Making Money around the Data CenterBy Michael Vizard | Print
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IT budgets are tight, but investments in virtualization software and technologies that extend the efficiency and usefulness of existing infrastructure are tremendous sales opportunities for solution providers.
Even before the economy turned sharply downward, selling servers had become a tough proposition thanks largely to the advent of virtualization. Every where you turn these days, customers are focused on getting more out of their existing assets so that means the order of the day is to increase the utilization rates of servers that typically hovered around 25 percent or less.
Now to make matters even worse, customers are husbanding their access to capital, which means using that money to fund additional server purchases is not high on the list of capital expense priorities.
There are, however, three ways, to continue to make money selling technologies and services around the server:
Data Center Renewal: As many customers move to increase the utilization rates of their servers, they are finding that first they don’t have enough access to electricity to power servers that are demanding more energy. That creates an opportunity for solution providers to come in an essentially rewire a data center to help the customers make more effective use of their power resources. Eaton, for example, is now telling its partners that it will give them the resources they need to do power assessments for their customers on the assumption that the assessment will probably lead to more sales of racks and power supplies.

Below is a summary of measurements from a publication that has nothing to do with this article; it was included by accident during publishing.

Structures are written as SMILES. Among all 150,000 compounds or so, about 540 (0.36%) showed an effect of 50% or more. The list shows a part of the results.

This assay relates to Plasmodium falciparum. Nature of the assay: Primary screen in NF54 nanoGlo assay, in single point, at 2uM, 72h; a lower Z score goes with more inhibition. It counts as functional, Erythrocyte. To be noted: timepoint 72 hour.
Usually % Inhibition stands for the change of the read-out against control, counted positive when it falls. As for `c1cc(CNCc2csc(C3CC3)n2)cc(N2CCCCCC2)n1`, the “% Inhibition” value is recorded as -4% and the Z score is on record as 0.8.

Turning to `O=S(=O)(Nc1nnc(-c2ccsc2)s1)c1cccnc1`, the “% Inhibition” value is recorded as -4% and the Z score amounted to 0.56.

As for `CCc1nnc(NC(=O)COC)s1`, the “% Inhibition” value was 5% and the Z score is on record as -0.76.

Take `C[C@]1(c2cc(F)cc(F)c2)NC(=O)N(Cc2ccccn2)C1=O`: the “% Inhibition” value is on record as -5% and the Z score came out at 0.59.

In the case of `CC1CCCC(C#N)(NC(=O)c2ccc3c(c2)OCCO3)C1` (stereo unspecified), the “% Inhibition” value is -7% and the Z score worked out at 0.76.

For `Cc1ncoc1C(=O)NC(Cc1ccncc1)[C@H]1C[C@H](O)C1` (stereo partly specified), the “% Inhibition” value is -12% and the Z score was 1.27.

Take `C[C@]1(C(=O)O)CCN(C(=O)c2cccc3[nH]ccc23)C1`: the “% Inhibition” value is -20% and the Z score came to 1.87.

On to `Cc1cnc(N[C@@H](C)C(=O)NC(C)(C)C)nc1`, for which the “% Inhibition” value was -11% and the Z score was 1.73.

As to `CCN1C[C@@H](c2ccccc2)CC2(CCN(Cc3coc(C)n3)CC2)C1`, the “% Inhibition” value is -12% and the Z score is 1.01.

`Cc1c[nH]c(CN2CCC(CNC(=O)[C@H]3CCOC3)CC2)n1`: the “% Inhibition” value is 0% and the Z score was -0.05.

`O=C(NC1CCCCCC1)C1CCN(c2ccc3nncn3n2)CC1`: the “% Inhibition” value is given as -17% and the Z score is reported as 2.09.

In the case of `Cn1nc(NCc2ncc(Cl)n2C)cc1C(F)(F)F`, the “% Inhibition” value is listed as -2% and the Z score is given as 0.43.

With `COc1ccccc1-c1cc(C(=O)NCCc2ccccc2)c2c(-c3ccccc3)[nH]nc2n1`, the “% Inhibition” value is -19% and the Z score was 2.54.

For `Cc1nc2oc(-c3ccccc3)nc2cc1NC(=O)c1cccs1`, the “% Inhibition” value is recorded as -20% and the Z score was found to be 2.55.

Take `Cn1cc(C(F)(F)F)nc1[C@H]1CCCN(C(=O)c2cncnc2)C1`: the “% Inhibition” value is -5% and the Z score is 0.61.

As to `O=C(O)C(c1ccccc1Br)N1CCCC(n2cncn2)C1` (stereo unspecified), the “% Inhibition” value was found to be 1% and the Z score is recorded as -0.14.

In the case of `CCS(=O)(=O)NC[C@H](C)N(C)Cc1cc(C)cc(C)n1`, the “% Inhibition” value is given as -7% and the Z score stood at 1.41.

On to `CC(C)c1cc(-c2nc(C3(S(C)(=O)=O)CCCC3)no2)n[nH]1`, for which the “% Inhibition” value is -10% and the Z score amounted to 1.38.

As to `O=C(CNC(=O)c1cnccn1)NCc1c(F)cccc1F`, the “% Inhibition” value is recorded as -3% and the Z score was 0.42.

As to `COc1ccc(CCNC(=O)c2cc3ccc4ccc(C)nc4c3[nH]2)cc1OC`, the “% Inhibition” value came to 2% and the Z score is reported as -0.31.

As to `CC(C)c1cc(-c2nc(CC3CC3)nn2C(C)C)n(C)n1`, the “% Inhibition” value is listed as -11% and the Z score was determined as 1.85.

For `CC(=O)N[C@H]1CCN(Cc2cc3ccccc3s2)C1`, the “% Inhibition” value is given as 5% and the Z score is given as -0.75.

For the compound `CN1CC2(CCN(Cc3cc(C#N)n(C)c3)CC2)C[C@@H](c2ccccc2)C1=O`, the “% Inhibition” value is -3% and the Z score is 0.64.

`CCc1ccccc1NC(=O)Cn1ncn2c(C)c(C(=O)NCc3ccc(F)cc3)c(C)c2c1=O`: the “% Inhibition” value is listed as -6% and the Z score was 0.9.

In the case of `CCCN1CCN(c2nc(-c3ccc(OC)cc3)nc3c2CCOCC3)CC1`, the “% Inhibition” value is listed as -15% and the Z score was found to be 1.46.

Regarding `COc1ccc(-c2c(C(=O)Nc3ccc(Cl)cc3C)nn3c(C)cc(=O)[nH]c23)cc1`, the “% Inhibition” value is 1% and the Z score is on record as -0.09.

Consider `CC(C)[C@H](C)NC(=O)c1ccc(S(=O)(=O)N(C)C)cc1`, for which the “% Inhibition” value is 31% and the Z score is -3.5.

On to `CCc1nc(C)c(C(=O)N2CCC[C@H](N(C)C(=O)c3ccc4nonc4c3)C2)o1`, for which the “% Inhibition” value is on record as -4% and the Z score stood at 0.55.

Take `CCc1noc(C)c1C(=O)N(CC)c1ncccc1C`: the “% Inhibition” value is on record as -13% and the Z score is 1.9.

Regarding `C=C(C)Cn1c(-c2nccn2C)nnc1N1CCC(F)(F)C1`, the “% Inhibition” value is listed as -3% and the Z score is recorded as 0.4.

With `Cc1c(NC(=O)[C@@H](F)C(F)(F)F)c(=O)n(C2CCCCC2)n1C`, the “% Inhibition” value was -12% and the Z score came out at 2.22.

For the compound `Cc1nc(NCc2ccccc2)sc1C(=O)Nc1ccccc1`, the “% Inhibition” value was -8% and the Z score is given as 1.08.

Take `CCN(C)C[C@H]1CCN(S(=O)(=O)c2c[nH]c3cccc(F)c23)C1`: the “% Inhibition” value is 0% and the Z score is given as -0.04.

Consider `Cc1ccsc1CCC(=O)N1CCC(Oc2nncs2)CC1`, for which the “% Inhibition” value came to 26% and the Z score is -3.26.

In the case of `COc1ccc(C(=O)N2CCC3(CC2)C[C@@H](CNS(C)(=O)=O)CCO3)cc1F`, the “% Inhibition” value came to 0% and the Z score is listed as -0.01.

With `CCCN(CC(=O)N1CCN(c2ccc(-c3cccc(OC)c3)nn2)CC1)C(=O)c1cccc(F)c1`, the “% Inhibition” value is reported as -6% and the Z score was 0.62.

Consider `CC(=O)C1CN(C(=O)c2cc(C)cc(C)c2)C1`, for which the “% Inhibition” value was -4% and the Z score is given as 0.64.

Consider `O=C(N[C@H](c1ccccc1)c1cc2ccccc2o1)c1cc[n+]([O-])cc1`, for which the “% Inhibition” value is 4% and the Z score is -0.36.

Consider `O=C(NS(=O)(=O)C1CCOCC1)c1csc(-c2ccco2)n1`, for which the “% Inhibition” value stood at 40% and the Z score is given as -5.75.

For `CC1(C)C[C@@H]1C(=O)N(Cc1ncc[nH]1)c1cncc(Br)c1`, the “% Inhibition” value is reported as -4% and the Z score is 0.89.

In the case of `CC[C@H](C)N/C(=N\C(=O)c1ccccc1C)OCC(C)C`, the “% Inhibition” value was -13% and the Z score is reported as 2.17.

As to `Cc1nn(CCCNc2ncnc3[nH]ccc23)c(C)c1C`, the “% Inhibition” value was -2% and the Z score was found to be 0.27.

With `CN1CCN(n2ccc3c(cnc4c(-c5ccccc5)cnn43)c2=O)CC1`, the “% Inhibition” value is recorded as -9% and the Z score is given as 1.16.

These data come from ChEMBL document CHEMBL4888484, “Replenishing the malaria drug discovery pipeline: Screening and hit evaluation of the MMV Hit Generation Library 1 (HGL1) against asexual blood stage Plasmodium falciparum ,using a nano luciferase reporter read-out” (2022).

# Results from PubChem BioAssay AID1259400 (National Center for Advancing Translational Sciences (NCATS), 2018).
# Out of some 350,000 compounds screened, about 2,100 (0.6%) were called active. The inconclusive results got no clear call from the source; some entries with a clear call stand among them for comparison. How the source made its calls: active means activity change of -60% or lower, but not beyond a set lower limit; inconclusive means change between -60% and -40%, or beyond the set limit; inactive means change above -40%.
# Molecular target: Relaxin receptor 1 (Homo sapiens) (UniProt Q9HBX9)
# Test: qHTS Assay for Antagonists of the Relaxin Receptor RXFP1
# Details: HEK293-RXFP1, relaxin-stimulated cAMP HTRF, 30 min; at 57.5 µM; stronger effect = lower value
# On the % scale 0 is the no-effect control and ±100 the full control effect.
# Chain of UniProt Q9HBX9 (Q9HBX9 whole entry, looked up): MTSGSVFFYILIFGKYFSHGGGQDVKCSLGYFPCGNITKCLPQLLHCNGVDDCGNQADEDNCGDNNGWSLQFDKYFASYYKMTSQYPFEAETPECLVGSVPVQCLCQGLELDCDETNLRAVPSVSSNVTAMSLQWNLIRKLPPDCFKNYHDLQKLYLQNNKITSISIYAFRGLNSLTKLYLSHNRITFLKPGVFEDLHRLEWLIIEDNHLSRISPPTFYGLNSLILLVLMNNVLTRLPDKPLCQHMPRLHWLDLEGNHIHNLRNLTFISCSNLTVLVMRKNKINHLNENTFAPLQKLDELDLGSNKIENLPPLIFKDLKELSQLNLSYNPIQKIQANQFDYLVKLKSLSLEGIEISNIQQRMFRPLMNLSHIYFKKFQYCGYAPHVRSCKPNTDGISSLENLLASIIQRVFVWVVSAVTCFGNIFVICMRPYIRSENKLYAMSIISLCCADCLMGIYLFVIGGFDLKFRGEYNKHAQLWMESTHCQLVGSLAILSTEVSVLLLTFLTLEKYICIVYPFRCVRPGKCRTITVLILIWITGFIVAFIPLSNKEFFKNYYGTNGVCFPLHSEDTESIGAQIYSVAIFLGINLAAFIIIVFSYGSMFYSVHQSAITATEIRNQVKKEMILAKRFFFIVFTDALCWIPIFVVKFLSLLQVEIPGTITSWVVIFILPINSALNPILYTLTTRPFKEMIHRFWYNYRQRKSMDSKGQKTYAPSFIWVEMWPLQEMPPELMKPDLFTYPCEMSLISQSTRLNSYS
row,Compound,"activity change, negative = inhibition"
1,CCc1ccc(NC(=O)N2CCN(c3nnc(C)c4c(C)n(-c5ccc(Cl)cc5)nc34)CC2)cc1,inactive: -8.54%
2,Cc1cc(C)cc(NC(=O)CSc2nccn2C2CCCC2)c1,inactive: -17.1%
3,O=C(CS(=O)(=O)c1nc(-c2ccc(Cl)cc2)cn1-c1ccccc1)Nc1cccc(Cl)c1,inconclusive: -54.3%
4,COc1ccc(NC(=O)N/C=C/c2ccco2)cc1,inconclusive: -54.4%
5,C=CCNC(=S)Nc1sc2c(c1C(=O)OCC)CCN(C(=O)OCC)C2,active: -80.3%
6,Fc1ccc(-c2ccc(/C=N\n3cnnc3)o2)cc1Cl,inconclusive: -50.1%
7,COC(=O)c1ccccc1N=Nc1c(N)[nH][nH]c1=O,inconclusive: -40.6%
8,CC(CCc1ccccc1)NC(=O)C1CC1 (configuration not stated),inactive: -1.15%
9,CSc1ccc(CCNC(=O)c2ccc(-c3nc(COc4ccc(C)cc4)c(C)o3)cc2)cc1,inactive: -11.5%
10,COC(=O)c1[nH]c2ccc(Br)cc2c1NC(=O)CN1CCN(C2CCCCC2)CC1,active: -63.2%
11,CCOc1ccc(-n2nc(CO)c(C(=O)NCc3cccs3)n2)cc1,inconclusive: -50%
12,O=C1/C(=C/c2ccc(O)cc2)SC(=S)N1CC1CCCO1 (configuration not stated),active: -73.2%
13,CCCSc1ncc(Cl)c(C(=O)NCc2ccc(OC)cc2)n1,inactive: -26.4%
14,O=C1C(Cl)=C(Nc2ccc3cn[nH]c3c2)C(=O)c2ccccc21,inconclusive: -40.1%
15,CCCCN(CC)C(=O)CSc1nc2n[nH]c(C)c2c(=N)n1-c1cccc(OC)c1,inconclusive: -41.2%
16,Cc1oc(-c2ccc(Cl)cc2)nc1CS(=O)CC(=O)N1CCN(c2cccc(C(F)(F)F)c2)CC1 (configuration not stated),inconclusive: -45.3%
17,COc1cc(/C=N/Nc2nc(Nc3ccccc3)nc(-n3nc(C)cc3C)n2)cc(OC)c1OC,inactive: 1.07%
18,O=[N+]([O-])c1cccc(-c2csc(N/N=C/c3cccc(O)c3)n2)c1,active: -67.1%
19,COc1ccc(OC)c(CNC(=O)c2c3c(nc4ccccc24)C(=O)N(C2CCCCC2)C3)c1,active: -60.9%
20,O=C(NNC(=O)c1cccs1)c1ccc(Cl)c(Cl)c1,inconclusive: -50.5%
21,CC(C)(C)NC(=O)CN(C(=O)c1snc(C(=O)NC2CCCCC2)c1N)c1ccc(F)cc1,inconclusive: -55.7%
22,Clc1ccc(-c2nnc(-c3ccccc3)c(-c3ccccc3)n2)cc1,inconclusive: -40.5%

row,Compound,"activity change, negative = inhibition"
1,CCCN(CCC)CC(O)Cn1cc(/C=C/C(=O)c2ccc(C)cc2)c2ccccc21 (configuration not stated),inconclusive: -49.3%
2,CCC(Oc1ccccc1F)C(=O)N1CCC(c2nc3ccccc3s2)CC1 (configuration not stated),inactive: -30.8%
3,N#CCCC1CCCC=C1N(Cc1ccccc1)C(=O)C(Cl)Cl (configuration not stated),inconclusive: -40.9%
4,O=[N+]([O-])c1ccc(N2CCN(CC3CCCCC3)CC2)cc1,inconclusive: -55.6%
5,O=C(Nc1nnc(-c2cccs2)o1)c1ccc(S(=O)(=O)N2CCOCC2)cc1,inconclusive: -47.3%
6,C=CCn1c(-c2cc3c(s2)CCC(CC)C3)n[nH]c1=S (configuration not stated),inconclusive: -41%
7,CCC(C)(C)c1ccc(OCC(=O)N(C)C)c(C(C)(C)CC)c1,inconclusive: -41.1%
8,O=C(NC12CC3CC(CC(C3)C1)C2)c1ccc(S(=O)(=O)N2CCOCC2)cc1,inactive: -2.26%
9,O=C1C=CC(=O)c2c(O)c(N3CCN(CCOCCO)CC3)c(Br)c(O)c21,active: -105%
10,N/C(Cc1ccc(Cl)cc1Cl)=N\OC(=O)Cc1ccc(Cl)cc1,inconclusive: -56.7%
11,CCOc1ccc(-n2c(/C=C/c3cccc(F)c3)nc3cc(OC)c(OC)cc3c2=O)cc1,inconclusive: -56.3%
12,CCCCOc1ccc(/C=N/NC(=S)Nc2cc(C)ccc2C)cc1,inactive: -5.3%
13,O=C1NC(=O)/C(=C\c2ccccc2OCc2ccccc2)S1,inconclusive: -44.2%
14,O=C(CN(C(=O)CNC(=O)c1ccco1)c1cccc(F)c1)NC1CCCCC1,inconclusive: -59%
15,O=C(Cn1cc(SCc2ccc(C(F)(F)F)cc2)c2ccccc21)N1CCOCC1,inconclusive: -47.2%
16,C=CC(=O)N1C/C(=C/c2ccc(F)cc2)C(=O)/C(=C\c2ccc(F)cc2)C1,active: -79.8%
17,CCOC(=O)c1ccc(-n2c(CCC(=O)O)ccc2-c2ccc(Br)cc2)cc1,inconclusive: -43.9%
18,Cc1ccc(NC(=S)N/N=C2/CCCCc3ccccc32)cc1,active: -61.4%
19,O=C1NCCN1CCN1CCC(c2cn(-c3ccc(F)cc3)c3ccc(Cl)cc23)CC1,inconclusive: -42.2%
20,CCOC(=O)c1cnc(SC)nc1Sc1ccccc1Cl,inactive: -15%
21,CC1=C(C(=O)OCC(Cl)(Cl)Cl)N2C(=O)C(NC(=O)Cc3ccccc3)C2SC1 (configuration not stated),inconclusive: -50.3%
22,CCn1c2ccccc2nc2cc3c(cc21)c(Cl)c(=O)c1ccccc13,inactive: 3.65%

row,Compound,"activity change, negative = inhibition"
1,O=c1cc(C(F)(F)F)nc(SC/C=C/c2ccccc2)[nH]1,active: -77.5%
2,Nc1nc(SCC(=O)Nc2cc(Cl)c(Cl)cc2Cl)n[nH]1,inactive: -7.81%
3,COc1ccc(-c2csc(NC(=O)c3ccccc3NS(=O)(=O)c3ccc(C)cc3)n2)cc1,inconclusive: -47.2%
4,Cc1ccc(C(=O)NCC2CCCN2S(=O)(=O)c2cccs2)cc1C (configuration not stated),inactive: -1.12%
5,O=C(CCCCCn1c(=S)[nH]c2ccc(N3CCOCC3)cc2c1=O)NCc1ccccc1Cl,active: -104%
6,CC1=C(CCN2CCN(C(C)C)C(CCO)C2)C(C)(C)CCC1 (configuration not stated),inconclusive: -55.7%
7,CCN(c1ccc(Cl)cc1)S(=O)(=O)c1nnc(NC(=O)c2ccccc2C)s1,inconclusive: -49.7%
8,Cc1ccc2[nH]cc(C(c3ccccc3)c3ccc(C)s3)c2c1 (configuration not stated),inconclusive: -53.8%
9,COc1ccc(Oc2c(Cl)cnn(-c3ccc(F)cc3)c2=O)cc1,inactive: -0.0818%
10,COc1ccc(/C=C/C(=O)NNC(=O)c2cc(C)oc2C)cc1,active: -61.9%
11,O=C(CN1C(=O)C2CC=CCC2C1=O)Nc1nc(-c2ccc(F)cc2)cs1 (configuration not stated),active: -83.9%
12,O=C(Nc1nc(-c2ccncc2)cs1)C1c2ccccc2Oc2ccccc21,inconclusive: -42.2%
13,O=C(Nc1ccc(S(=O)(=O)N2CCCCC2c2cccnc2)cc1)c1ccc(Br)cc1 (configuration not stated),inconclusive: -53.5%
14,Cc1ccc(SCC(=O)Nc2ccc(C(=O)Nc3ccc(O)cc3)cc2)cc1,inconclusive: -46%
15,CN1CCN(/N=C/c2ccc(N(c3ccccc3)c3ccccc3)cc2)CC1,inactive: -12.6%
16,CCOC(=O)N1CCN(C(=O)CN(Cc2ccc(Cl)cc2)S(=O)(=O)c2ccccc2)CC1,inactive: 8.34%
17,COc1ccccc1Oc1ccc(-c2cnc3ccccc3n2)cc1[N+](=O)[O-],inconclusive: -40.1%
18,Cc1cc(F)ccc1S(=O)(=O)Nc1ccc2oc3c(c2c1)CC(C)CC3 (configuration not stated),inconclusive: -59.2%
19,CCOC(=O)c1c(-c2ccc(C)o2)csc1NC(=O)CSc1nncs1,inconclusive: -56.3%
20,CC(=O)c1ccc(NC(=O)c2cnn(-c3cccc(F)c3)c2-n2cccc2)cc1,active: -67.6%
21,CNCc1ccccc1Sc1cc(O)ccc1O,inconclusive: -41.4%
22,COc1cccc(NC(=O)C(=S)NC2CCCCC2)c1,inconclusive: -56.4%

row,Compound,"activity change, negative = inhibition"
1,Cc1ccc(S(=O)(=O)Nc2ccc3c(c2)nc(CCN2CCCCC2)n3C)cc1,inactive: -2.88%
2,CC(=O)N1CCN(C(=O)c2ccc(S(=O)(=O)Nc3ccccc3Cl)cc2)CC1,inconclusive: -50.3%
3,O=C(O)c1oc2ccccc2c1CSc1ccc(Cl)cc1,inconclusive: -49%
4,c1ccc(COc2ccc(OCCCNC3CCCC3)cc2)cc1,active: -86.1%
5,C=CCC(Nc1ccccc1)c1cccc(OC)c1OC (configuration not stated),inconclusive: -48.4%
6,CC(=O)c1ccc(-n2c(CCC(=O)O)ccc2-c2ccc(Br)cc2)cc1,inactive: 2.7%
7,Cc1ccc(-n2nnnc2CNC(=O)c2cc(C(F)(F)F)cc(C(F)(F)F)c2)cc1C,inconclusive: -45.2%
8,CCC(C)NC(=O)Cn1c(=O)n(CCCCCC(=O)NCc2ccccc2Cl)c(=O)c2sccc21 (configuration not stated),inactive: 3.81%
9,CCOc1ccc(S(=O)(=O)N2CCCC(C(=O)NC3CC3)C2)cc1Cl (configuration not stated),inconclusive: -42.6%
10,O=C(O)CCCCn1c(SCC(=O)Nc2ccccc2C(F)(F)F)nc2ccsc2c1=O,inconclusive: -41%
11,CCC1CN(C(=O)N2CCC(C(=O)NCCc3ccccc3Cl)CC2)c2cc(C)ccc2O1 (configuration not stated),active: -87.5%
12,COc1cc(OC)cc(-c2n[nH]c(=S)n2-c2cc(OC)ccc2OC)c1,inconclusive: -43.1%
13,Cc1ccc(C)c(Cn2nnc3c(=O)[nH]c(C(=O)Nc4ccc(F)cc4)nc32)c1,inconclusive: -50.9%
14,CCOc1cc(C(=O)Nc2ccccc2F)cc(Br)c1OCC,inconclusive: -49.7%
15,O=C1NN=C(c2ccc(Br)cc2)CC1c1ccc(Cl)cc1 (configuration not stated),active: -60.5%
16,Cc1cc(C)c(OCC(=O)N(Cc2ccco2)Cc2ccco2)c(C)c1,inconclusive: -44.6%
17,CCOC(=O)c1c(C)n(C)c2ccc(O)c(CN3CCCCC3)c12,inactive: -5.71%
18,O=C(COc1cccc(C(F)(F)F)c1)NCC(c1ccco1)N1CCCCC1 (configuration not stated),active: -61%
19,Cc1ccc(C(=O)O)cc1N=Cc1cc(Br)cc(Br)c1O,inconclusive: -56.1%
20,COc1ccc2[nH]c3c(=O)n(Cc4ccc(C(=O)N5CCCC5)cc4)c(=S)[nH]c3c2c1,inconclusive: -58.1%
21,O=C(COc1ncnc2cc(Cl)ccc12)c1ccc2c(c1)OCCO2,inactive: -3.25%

Energy Upgrades: In certain areas of the country, the cost of the power to run existing servers has become more expensive than the cost of replacing those servers with nits that contain more powerful processors that are more energy efficient. That means, for example, a Xeon 5500 series Nehalem server could replace several existing servers and actually draw down less power. In effect, the savings on power could pay for most of the upgrade over a three year period.
Data Center Movement: Even in these tough times, there is still a lot of interest in either consolidation data centers or simply moving them to another location that has access to comparatively cheap power resources. For example, there is a fair amount of activity associated with moving data centers closer to rivers to access sources of inexpensive hydroelectric power or moving to cooler climates where outside air can be used more effectively to cool the data center.
Regardless of the state of the economy, the move towards multicore processors running inside very dense blade servers that are going to have very high utilization rates because of virtualization is going to force all kinds of ancillary issues around the data center. In fact, the convergence of server, storage and networking technologies around a new generation of integrated server platforms is going to make a pretty compelling total cost of ownership story that most customers will find tough to ignore because integrated servers mean fewer people are needed to manage the data center. And as any customer will tell you, the biggest cost associated with managing the data center is not the cost of the equipment, but rather the cost of all the people needed to manage it.
For solution providers, that means the opportunity to gain expertise in how to manage the next generation of data centers more effectively is now. In the short term, the opportunity is clearly focused on helping customers be more efficient, but within the next 12 months as the economy continues to improve, customers are going to figure out that running legacy server equipment is costing them a lot more than the price of a new server.